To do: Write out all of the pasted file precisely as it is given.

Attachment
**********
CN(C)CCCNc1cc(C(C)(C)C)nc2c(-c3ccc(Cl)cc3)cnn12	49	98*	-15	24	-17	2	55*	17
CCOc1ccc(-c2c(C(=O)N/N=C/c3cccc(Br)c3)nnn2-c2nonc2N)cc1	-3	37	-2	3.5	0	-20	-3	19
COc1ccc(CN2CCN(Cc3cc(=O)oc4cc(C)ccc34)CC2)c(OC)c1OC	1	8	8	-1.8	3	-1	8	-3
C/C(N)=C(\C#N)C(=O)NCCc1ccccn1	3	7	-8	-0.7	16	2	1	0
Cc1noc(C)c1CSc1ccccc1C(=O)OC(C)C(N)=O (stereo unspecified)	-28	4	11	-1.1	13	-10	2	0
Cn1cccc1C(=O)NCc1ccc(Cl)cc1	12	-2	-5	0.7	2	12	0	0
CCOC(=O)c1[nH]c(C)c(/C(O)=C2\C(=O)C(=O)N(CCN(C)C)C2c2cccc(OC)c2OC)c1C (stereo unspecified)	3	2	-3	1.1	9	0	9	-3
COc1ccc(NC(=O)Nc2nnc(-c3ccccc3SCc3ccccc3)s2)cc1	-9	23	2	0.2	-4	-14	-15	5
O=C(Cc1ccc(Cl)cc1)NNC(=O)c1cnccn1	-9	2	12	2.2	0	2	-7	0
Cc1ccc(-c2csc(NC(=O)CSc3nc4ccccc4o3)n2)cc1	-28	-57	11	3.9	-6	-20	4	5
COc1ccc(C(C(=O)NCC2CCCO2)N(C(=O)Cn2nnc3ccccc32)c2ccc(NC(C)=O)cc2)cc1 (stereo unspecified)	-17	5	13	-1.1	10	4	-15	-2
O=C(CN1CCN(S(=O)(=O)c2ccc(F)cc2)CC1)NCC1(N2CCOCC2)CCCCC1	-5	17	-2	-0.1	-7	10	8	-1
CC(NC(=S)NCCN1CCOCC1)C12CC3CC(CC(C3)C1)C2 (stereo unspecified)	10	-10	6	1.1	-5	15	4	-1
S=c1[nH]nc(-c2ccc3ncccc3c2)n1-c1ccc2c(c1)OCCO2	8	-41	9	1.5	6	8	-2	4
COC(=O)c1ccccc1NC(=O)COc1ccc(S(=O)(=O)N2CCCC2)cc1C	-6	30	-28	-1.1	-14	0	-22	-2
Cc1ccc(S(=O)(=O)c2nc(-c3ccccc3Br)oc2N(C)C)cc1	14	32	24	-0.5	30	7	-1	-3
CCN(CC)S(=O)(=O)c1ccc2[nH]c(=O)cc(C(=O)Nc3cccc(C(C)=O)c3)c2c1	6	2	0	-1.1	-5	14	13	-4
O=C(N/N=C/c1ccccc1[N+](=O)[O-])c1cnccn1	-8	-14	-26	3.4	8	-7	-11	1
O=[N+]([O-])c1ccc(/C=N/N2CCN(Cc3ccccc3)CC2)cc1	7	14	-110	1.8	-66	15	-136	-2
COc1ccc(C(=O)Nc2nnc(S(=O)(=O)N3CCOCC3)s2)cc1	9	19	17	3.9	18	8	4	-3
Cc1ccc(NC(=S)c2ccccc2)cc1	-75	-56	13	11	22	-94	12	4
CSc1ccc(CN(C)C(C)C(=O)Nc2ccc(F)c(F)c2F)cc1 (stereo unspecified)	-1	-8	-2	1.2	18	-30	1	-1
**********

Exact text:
CN(C)CCCNc1cc(C(C)(C)C)nc2c(-c3ccc(Cl)cc3)cnn12	49	98*	-15	24	-17	2	55*	17
CCOc1ccc(-c2c(C(=O)N/N=C/c3cccc(Br)c3)nnn2-c2nonc2N)cc1	-3	37	-2	3.5	0	-20	-3	19
COc1ccc(CN2CCN(Cc3cc(=O)oc4cc(C)ccc34)CC2)c(OC)c1OC	1	8	8	-1.8	3	-1	8	-3
C/C(N)=C(\C#N)C(=O)NCCc1ccccn1	3	7	-8	-0.7	16	2	1	0
Cc1noc(C)c1CSc1ccccc1C(=O)OC(C)C(N)=O (stereo unspecified)	-28	4	11	-1.1	13	-10	2	0
Cn1cccc1C(=O)NCc1ccc(Cl)cc1	12	-2	-5	0.7	2	12	0	0
CCOC(=O)c1[nH]c(C)c(/C(O)=C2\C(=O)C(=O)N(CCN(C)C)C2c2cccc(OC)c2OC)c1C (stereo unspecified)	3	2	-3	1.1	9	0	9	-3
COc1ccc(NC(=O)Nc2nnc(-c3ccccc3SCc3ccccc3)s2)cc1	-9	23	2	0.2	-4	-14	-15	5
O=C(Cc1ccc(Cl)cc1)NNC(=O)c1cnccn1	-9	2	12	2.2	0	2	-7	0
Cc1ccc(-c2csc(NC(=O)CSc3nc4ccccc4o3)n2)cc1	-28	-57	11	3.9	-6	-20	4	5
COc1ccc(C(C(=O)NCC2CCCO2)N(C(=O)Cn2nnc3ccccc32)c2ccc(NC(C)=O)cc2)cc1 (stereo unspecified)	-17	5	13	-1.1	10	4	-15	-2
O=C(CN1CCN(S(=O)(=O)c2ccc(F)cc2)CC1)NCC1(N2CCOCC2)CCCCC1	-5	17	-2	-0.1	-7	10	8	-1
CC(NC(=S)NCCN1CCOCC1)C12CC3CC(CC(C3)C1)C2 (stereo unspecified)	10	-10	6	1.1	-5	15	4	-1
S=c1[nH]nc(-c2ccc3ncccc3c2)n1-c1ccc2c(c1)OCCO2	8	-41	9	1.5	6	8	-2	4
COC(=O)c1ccccc1NC(=O)COc1ccc(S(=O)(=O)N2CCCC2)cc1C	-6	30	-28	-1.1	-14	0	-22	-2
Cc1ccc(S(=O)(=O)c2nc(-c3ccccc3Br)oc2N(C)C)cc1	14	32	24	-0.5	30	7	-1	-3
CCN(CC)S(=O)(=O)c1ccc2[nH]c(=O)cc(C(=O)Nc3cccc(C(C)=O)c3)c2c1	6	2	0	-1.1	-5	14	13	-4
O=C(N/N=C/c1ccccc1[N+](=O)[O-])c1cnccn1	-8	-14	-26	3.4	8	-7	-11	1
O=[N+]([O-])c1ccc(/C=N/N2CCN(Cc3ccccc3)CC2)cc1	7	14	-110	1.8	-66	15	-136	-2
COc1ccc(C(=O)Nc2nnc(S(=O)(=O)N3CCOCC3)s2)cc1	9	19	17	3.9	18	8	4	-3
Cc1ccc(NC(=S)c2ccccc2)cc1	-75	-56	13	11	22	-94	12	4
CSc1ccc(CN(C)C(C)C(=O)Nc2ccc(F)c(F)c2F)cc1 (stereo unspecified)	-1	-8	-2	1.2	18	-30	1	-1